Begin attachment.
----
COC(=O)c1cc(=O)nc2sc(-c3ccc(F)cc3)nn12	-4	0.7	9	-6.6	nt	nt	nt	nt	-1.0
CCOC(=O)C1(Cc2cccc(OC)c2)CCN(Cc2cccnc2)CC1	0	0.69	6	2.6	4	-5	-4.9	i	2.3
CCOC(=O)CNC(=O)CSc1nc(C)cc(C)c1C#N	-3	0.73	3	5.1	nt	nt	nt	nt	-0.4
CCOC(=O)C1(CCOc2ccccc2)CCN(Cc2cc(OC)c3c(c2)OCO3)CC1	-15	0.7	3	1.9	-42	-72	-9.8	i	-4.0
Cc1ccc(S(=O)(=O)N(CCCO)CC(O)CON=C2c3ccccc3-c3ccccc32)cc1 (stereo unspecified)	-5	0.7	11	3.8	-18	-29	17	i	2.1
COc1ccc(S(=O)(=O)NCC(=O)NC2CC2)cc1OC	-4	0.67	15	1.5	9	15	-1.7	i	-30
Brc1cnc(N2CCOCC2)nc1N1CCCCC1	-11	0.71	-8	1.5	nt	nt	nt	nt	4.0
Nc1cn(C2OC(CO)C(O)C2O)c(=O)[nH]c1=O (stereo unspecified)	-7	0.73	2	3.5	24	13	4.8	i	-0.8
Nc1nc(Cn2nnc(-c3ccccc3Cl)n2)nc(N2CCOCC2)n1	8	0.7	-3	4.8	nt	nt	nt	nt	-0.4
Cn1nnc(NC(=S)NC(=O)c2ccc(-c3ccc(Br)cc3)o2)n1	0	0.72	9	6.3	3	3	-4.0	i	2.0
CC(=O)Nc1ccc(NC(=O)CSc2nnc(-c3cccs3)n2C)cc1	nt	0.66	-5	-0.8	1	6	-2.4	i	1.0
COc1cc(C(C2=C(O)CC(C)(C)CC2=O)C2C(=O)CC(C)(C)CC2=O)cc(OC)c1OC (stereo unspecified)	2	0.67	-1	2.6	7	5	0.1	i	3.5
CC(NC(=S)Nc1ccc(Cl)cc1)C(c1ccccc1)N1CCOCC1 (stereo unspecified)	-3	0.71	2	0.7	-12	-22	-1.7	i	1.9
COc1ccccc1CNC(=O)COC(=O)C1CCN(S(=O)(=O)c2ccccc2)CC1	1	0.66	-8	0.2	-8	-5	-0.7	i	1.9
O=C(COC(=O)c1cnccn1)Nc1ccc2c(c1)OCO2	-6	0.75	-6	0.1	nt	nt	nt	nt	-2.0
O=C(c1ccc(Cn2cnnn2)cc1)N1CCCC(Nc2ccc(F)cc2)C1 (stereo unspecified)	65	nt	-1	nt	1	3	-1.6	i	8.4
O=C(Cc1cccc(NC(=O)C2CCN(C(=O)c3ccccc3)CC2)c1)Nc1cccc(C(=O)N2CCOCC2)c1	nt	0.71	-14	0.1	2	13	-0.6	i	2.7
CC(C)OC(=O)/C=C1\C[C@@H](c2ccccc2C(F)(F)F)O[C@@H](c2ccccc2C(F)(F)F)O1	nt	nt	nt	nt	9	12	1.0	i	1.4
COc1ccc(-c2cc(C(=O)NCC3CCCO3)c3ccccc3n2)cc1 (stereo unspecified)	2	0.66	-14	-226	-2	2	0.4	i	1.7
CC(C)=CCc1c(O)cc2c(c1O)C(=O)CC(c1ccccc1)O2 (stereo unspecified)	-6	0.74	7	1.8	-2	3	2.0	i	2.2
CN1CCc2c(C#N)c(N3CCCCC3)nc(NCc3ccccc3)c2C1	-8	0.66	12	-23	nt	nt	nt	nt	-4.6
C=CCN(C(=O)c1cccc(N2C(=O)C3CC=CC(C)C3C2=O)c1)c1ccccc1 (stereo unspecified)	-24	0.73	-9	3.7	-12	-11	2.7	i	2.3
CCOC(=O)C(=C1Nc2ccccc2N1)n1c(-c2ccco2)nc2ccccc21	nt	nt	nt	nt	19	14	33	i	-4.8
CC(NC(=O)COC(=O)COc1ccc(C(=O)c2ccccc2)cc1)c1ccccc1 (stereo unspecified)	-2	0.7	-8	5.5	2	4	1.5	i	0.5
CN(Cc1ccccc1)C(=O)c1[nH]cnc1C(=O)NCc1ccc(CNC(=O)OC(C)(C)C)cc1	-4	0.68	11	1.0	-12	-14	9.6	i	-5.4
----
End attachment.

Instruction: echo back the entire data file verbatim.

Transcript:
COC(=O)c1cc(=O)nc2sc(-c3ccc(F)cc3)nn12	-4	0.7	9	-6.6	nt	nt	nt	nt	-1.0
CCOC(=O)C1(Cc2cccc(OC)c2)CCN(Cc2cccnc2)CC1	0	0.69	6	2.6	4	-5	-4.9	i	2.3
CCOC(=O)CNC(=O)CSc1nc(C)cc(C)c1C#N	-3	0.73	3	5.1	nt	nt	nt	nt	-0.4
CCOC(=O)C1(CCOc2ccccc2)CCN(Cc2cc(OC)c3c(c2)OCO3)CC1	-15	0.7	3	1.9	-42	-72	-9.8	i	-4.0
Cc1ccc(S(=O)(=O)N(CCCO)CC(O)CON=C2c3ccccc3-c3ccccc32)cc1 (stereo unspecified)	-5	0.7	11	3.8	-18	-29	17	i	2.1
COc1ccc(S(=O)(=O)NCC(=O)NC2CC2)cc1OC	-4	0.67	15	1.5	9	15	-1.7	i	-30
Brc1cnc(N2CCOCC2)nc1N1CCCCC1	-11	0.71	-8	1.5	nt	nt	nt	nt	4.0
Nc1cn(C2OC(CO)C(O)C2O)c(=O)[nH]c1=O (stereo unspecified)	-7	0.73	2	3.5	24	13	4.8	i	-0.8
Nc1nc(Cn2nnc(-c3ccccc3Cl)n2)nc(N2CCOCC2)n1	8	0.7	-3	4.8	nt	nt	nt	nt	-0.4
Cn1nnc(NC(=S)NC(=O)c2ccc(-c3ccc(Br)cc3)o2)n1	0	0.72	9	6.3	3	3	-4.0	i	2.0
CC(=O)Nc1ccc(NC(=O)CSc2nnc(-c3cccs3)n2C)cc1	nt	0.66	-5	-0.8	1	6	-2.4	i	1.0
COc1cc(C(C2=C(O)CC(C)(C)CC2=O)C2C(=O)CC(C)(C)CC2=O)cc(OC)c1OC (stereo unspecified)	2	0.67	-1	2.6	7	5	0.1	i	3.5
CC(NC(=S)Nc1ccc(Cl)cc1)C(c1ccccc1)N1CCOCC1 (stereo unspecified)	-3	0.71	2	0.7	-12	-22	-1.7	i	1.9
COc1ccccc1CNC(=O)COC(=O)C1CCN(S(=O)(=O)c2ccccc2)CC1	1	0.66	-8	0.2	-8	-5	-0.7	i	1.9
O=C(COC(=O)c1cnccn1)Nc1ccc2c(c1)OCO2	-6	0.75	-6	0.1	nt	nt	nt	nt	-2.0
O=C(c1ccc(Cn2cnnn2)cc1)N1CCCC(Nc2ccc(F)cc2)C1 (stereo unspecified)	65	nt	-1	nt	1	3	-1.6	i	8.4
O=C(Cc1cccc(NC(=O)C2CCN(C(=O)c3ccccc3)CC2)c1)Nc1cccc(C(=O)N2CCOCC2)c1	nt	0.71	-14	0.1	2	13	-0.6	i	2.7
CC(C)OC(=O)/C=C1\C[C@@H](c2ccccc2C(F)(F)F)O[C@@H](c2ccccc2C(F)(F)F)O1	nt	nt	nt	nt	9	12	1.0	i	1.4
COc1ccc(-c2cc(C(=O)NCC3CCCO3)c3ccccc3n2)cc1 (stereo unspecified)	2	0.66	-14	-226	-2	2	0.4	i	1.7
CC(C)=CCc1c(O)cc2c(c1O)C(=O)CC(c1ccccc1)O2 (stereo unspecified)	-6	0.74	7	1.8	-2	3	2.0	i	2.2
CN1CCc2c(C#N)c(N3CCCCC3)nc(NCc3ccccc3)c2C1	-8	0.66	12	-23	nt	nt	nt	nt	-4.6
C=CCN(C(=O)c1cccc(N2C(=O)C3CC=CC(C)C3C2=O)c1)c1ccccc1 (stereo unspecified)	-24	0.73	-9	3.7	-12	-11	2.7	i	2.3
CCOC(=O)C(=C1Nc2ccccc2N1)n1c(-c2ccco2)nc2ccccc21	nt	nt	nt	nt	19	14	33	i	-4.8
CC(NC(=O)COC(=O)COc1ccc(C(=O)c2ccccc2)cc1)c1ccccc1 (stereo unspecified)	-2	0.7	-8	5.5	2	4	1.5	i	0.5
CN(Cc1ccccc1)C(=O)c1[nH]cnc1C(=O)NCc1ccc(CNC(=O)OC(C)(C)C)cc1	-4	0.68	11	1.0	-12	-14	9.6	i	-5.4